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Biography of Isaac H. A. Daniel

Posted By Dennis Partridge On In Arkansas,Tennessee | No Comments

ISAAC H. A. DANIEL, a Union soldier during the Civil War, and now a prominent farmer and stockraiser of Washington Township, Stone County, Missouri, Isaac H. A. Daniel is a native of Franklin County, Tennessee, where he was born September 30, 1830.

He is a son of Reuben and Susan (Watts) Daniel, natives of North Carolina and Franklin County, Tennessee, respectively. When a boy Reuben Daniel went with his parents from Georgia to Franklin County, Tennessee, and there he grew to manhood and was married. About 1839 he moved to Wayne County, Tennessee, and then to Washington County, Ark, where he died in April, 1863. He was a soldier in the First Arkansas United States Army, but was home on a furlough at the time of his death. His entire life was passed in agricultural pursuits. His father, Job Daniel, was probably born in England, and was a soldier in the Revolutionary War. His death occurred in Franklin County, Tennessee.

Our subject was but four years old at the time of his father’s death and there were seven children left fatherless. The mother died in 1891, when about eighty-one years of age, her death occurring in Stone County. She was the daughter of Robert Watts, who was a drum-major and was killed at the battle of Horseshoe Bend. Of the eleven children born to his parents our subject was the eldest. The next was William James, who died in California many years ago; Melvina E., widow of Isaac Ellis; Levi Thomas, of Texas, was a soldier in the Civil War and a teamster in the Federal Army; Rachie Gilbert died in Stone County, in August, 1892 (he was a soldier in the Rebellion); Andrew Baxter was a soldier in the Twenty-fifth Illinois Infantry, and was killed at Missionary Ridge); William B., of Washington County, Arkansas, was also in the Twenty-fifth Illinois Infantry, and was all through the war; Rebecca Jane, wife of James Wells, of Stone County; Jefferson, of Washington County, Arkansas; Spencer, died when quite young, and Elias Alexander died in Tennessee when an infant.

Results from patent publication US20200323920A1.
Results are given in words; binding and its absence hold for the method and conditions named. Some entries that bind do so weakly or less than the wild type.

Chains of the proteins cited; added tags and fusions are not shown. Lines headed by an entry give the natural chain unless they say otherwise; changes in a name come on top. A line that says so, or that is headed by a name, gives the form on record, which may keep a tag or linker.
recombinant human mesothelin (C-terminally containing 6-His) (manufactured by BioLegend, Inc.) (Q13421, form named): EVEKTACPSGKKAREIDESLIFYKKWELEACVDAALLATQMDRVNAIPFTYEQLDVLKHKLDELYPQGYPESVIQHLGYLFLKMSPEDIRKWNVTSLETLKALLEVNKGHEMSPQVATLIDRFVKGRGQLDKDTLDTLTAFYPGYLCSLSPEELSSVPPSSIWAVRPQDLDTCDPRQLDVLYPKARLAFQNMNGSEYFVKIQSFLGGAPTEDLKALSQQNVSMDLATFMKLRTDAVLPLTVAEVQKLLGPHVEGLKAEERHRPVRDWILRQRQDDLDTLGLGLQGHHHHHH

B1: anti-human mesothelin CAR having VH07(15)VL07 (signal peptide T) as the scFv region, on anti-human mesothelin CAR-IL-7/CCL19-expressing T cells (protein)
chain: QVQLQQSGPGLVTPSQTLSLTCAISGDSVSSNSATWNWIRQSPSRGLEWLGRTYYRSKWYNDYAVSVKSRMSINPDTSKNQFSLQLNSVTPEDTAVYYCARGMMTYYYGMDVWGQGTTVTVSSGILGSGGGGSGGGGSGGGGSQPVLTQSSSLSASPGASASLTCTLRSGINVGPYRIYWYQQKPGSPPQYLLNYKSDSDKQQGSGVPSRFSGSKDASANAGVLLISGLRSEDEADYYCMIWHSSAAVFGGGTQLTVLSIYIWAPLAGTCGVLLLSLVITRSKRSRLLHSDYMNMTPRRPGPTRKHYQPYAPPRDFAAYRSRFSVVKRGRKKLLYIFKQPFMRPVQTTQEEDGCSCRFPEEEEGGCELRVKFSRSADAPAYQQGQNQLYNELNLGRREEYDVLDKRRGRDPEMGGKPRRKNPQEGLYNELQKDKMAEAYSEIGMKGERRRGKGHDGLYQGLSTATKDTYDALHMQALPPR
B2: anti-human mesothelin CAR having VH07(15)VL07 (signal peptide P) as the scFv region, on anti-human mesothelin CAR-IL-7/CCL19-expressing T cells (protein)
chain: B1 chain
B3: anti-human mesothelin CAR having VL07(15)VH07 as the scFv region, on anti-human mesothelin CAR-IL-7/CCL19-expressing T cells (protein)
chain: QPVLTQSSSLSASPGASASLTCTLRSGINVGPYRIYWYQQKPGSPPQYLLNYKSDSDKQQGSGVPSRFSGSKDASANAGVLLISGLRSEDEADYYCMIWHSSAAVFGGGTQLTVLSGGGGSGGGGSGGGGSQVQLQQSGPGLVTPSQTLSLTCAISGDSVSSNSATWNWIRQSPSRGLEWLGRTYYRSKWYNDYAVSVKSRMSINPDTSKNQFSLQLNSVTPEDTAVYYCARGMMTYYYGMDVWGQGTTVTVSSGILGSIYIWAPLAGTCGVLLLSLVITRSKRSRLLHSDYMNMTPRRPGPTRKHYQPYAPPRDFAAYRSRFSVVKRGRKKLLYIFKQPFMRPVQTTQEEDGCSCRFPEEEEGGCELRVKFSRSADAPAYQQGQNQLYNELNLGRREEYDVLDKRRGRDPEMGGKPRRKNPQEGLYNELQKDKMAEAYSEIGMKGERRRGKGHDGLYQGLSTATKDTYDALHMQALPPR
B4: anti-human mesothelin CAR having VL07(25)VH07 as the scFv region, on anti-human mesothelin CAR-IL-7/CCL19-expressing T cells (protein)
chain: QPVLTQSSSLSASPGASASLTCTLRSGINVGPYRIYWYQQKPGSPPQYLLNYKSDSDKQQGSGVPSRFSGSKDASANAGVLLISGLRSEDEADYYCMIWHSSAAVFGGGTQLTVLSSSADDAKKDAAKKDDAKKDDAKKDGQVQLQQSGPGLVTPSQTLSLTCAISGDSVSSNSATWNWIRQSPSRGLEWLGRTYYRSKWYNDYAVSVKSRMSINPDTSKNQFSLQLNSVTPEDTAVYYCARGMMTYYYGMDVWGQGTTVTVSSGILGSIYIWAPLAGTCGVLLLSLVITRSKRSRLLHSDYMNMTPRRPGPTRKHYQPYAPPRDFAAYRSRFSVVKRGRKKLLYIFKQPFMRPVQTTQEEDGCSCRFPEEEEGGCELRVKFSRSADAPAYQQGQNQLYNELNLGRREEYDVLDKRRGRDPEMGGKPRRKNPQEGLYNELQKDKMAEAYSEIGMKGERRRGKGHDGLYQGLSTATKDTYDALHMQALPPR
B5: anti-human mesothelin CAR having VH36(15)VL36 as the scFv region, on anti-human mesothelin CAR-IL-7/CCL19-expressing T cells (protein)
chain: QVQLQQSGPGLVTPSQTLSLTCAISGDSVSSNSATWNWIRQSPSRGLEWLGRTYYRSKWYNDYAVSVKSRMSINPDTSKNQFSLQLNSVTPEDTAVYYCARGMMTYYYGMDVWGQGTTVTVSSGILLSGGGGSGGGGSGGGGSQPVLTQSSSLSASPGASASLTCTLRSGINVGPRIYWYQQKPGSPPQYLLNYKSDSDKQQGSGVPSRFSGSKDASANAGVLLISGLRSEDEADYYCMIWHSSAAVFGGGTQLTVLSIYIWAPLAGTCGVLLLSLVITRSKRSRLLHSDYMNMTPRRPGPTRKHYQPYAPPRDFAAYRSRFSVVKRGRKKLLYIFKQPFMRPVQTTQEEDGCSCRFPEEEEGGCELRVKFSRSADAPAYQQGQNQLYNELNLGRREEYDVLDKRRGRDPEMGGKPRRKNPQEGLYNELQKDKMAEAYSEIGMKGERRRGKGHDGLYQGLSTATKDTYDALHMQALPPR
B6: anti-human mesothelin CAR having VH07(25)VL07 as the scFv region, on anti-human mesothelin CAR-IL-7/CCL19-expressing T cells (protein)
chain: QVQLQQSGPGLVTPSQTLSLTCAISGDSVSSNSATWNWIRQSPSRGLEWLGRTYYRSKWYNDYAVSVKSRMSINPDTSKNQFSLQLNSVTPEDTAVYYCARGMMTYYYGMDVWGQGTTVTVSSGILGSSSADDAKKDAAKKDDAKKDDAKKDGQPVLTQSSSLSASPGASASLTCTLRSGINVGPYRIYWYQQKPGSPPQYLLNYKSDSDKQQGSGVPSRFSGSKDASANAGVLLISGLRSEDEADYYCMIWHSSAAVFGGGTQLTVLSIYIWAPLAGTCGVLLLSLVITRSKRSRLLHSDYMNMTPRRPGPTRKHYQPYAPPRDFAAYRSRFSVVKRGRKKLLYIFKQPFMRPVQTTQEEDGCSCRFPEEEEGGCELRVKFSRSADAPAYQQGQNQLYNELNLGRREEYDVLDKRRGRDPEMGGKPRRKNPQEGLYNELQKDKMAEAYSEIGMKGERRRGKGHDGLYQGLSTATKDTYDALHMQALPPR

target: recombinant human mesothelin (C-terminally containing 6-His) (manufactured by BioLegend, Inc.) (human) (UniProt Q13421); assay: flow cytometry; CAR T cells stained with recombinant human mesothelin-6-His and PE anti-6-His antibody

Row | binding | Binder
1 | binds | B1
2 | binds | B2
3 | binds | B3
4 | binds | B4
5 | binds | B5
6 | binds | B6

Our subject’s educational advantages were rather limited during youth, but since reaching mature years he has become a well-posted man. From an early age he became familiar with the duties of the farm and it was but natural, perhaps, that when starting out for himself he should choose agricultural pursuits as his occupation in life. On September 12, 1854, he was married in Hardin County, Tennessee, to Margaret Butler, a native of Bedford County, Tennessee, and the daughter of Brazman and Charlotte Butler, natives also of Bedford County, Tennessee Both were members of the Presbyterian Church and passed their last days in Hardin County, where the father followed the carpenter’s trade. The following children were born to Mr. and Mrs. Daniel: Alice, wife of Uriah Croombs of Mt. Vernon, Missouri; William James; Andrew J.; Mary E. died when a child; Susan C., wife of Constantine Forrester; Benjamin F., Cary L., John Brazman, Pearl E. and Ida May.

In 1859 Mr. Daniel removed to Washington County, Arkansas, where he resided until 1865, when he removed to the northwest corner of Stone County. There he made his home until 1886 when he moved to his present farm three miles above Galena, where he has 187 acres of excellent land, 115 acres of which are under cultivation. He is an honest, industrious man, and what he has accumulated in the way of this world’s goods has been made by the honest sweat of his brow. He affiliated with the Republicans until a few years ago, but is now, independent. While residing in Arkansas he was a member of the Masonic fraternity. He and Mrs. Daniel hold membership in the Missionary Baptist Church.

On the 20th of June, 1862, Mr. Daniel enlisted in Company B, First Arkansas Cavalry, Union Army, and a few months later was made company sergeant, which position he filled until the close of the war, operating in northwest Arkansas and southwest Missouri, and in active service all the time. He acted in all the ranks up to major, commanding the company for several weeks at a time, and was a brave and faithful soldier. He had many narrow escapes, at one time having his horse shot from under him in Washington County, Arkansas, by thirteen bushwhackers. One shot slightly grazed his leg. He was mustered out at Fayetteville, Arkansas, August 23, 1865, and soon after returned to his family, who had removed to Stone County in April of that year.


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